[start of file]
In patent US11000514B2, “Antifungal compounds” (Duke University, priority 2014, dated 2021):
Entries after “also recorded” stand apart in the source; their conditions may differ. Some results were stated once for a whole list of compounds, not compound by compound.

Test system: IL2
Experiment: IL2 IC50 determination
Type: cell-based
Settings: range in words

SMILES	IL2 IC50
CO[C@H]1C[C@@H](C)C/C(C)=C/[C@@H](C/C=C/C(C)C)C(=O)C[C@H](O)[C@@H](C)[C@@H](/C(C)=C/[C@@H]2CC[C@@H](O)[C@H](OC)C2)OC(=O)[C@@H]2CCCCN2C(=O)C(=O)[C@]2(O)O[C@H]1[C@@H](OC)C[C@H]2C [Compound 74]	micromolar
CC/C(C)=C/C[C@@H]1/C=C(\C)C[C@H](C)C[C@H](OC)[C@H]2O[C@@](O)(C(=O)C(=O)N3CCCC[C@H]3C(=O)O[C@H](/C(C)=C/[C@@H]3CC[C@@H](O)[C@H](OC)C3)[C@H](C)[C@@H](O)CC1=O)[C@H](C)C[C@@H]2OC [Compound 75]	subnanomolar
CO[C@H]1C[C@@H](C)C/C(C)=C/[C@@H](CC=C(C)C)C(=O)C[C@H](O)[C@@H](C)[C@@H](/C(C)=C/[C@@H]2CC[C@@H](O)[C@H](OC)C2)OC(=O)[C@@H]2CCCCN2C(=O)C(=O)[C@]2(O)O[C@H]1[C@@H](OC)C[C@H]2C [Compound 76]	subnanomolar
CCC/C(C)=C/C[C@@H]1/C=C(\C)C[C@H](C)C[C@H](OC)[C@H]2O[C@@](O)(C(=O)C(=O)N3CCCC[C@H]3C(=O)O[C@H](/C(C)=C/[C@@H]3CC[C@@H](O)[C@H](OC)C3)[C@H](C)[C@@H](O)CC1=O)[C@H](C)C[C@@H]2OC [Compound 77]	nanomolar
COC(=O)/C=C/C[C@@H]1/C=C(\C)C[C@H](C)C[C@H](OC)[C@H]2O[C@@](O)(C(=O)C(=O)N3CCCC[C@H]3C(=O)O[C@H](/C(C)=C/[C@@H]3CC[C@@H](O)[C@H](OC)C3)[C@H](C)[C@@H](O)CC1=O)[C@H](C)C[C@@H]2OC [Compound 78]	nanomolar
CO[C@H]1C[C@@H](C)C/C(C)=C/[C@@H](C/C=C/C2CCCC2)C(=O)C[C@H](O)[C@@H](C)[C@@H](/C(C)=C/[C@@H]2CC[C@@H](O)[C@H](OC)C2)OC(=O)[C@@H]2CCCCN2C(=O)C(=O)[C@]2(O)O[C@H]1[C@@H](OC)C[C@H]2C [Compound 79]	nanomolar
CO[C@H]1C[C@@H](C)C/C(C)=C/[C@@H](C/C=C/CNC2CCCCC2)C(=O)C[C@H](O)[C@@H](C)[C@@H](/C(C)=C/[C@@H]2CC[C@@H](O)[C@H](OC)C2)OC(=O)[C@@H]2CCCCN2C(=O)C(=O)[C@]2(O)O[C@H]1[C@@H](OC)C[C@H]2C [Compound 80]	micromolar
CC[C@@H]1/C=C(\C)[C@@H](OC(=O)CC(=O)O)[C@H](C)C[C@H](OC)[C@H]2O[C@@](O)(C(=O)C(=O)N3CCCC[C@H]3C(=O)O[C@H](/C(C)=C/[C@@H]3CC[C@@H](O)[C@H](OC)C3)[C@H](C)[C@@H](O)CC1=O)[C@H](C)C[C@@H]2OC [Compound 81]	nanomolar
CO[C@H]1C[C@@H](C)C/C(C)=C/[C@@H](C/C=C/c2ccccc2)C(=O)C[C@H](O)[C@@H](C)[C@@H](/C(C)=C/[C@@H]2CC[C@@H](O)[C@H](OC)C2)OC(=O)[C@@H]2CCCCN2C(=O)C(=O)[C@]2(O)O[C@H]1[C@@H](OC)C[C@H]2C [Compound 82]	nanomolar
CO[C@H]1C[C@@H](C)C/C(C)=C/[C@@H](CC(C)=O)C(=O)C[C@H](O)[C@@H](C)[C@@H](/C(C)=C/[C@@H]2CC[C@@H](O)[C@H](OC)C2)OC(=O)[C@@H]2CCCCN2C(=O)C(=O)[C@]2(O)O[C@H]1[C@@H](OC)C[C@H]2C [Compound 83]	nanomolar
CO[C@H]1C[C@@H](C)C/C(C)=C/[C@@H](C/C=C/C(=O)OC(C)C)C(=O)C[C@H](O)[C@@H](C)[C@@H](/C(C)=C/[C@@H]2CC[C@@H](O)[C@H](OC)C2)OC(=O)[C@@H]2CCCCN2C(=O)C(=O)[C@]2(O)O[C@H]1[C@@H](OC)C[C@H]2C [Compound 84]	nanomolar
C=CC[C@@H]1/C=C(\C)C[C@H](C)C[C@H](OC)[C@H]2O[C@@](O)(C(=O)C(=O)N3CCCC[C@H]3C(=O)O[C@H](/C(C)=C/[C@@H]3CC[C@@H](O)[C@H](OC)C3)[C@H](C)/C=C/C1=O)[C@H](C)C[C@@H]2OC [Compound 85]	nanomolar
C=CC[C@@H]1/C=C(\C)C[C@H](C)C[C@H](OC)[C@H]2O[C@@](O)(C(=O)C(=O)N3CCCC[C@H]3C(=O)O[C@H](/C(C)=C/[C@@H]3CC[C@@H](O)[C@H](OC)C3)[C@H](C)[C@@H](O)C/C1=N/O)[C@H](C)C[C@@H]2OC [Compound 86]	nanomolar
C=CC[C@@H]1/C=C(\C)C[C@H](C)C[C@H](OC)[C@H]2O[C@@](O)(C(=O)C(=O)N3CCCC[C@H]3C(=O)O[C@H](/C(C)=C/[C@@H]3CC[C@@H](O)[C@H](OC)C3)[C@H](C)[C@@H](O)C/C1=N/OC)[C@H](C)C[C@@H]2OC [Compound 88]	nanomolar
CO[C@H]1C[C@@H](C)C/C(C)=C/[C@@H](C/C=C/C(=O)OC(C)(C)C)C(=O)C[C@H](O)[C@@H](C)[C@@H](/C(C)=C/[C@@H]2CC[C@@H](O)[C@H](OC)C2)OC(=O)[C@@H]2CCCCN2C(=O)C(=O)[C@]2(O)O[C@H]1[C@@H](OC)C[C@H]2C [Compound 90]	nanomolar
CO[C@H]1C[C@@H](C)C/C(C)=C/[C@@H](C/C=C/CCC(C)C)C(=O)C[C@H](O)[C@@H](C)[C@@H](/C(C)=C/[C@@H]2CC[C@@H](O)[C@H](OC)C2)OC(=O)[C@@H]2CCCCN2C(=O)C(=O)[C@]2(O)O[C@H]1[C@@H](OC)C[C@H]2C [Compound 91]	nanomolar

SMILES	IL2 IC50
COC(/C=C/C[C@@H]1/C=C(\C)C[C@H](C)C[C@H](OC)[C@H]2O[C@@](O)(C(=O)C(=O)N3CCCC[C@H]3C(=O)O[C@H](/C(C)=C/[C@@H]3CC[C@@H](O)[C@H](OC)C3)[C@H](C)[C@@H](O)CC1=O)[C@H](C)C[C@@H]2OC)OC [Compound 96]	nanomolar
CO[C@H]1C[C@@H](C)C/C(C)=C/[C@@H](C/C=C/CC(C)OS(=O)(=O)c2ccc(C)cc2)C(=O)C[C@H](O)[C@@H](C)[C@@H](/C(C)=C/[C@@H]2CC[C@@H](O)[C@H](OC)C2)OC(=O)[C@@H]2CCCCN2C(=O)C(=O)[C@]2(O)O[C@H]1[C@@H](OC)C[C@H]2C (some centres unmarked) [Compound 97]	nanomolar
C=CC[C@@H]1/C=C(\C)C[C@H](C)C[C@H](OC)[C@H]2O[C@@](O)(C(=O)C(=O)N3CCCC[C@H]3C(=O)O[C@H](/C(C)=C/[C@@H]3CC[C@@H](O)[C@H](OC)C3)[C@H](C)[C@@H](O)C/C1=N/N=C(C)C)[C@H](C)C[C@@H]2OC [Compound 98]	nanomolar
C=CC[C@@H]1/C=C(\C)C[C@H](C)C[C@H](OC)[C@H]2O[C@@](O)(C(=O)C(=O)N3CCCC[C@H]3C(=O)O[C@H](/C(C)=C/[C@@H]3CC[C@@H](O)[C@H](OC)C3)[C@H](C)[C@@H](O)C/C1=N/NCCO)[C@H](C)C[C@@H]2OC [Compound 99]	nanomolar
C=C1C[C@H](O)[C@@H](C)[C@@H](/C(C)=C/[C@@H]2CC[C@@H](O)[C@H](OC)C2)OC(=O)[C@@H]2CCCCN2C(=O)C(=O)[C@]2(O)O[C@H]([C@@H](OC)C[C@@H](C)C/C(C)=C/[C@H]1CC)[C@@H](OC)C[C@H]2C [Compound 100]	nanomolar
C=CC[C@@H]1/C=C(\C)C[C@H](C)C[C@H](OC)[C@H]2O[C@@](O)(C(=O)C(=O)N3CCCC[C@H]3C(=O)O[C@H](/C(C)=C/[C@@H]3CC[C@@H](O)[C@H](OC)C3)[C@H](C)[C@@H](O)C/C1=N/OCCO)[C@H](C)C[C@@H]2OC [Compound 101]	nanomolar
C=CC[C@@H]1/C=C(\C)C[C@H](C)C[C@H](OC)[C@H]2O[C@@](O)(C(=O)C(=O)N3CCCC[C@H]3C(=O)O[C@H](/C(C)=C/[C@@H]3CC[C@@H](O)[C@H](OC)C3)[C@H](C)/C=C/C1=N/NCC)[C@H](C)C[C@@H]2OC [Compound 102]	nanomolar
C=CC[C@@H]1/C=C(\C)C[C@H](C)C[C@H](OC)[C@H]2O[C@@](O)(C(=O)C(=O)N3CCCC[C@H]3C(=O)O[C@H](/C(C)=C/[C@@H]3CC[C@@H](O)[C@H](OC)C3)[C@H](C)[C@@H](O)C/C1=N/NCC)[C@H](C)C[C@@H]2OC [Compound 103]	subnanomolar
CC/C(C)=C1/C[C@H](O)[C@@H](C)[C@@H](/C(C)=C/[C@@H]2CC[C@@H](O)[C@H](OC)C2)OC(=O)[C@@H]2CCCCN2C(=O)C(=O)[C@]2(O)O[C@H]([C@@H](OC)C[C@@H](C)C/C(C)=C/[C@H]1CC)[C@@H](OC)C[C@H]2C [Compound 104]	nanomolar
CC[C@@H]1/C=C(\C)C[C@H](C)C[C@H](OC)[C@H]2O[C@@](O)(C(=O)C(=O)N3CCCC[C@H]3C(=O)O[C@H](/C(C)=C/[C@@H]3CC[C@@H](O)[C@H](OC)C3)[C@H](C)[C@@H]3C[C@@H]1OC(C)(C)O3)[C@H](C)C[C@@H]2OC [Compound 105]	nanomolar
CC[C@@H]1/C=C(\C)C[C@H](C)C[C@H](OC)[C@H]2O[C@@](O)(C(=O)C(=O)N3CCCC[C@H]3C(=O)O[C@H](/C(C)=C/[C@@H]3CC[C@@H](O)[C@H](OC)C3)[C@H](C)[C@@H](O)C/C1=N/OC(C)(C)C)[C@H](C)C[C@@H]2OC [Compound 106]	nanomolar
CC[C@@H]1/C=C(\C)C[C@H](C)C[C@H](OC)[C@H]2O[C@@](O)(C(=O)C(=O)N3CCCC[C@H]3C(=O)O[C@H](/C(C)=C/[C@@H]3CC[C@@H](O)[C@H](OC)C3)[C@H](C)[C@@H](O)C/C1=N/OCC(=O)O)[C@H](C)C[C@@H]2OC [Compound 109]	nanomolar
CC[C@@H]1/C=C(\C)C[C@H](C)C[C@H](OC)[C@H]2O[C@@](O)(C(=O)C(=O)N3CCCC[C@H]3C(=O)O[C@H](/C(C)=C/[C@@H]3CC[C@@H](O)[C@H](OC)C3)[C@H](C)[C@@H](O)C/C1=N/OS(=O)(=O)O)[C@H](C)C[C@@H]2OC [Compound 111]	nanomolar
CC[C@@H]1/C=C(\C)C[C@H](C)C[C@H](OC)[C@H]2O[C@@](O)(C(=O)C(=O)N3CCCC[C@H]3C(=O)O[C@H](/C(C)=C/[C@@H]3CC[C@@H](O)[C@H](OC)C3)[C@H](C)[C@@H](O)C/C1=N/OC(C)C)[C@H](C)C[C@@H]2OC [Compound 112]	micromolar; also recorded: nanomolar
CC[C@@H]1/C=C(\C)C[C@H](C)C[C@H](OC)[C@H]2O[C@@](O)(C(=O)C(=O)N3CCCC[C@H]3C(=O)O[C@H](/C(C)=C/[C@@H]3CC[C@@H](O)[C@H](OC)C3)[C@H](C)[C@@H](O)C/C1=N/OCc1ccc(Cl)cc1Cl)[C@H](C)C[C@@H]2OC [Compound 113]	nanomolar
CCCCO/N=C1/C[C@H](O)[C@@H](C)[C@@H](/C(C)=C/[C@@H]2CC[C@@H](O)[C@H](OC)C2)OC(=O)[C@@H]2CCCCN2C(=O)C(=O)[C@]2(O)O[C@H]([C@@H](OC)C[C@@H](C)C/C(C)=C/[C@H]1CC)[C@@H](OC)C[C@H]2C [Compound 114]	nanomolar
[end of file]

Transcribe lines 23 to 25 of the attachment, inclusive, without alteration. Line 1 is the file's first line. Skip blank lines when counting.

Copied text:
CO[C@H]1C[C@@H](C)C/C(C)=C/[C@@H](C/C=C/CCC(C)C)C(=O)C[C@H](O)[C@@H](C)[C@@H](/C(C)=C/[C@@H]2CC[C@@H](O)[C@H](OC)C2)OC(=O)[C@@H]2CCCCN2C(=O)C(=O)[C@]2(O)O[C@H]1[C@@H](OC)C[C@H]2C [Compound 91]	nanomolar

SMILES	IL2 IC50
COC(/C=C/C[C@@H]1/C=C(\C)C[C@H](C)C[C@H](OC)[C@H]2O[C@@](O)(C(=O)C(=O)N3CCCC[C@H]3C(=O)O[C@H](/C(C)=C/[C@@H]3CC[C@@H](O)[C@H](OC)C3)[C@H](C)[C@@H](O)CC1=O)[C@H](C)C[C@@H]2OC)OC [Compound 96]	nanomolar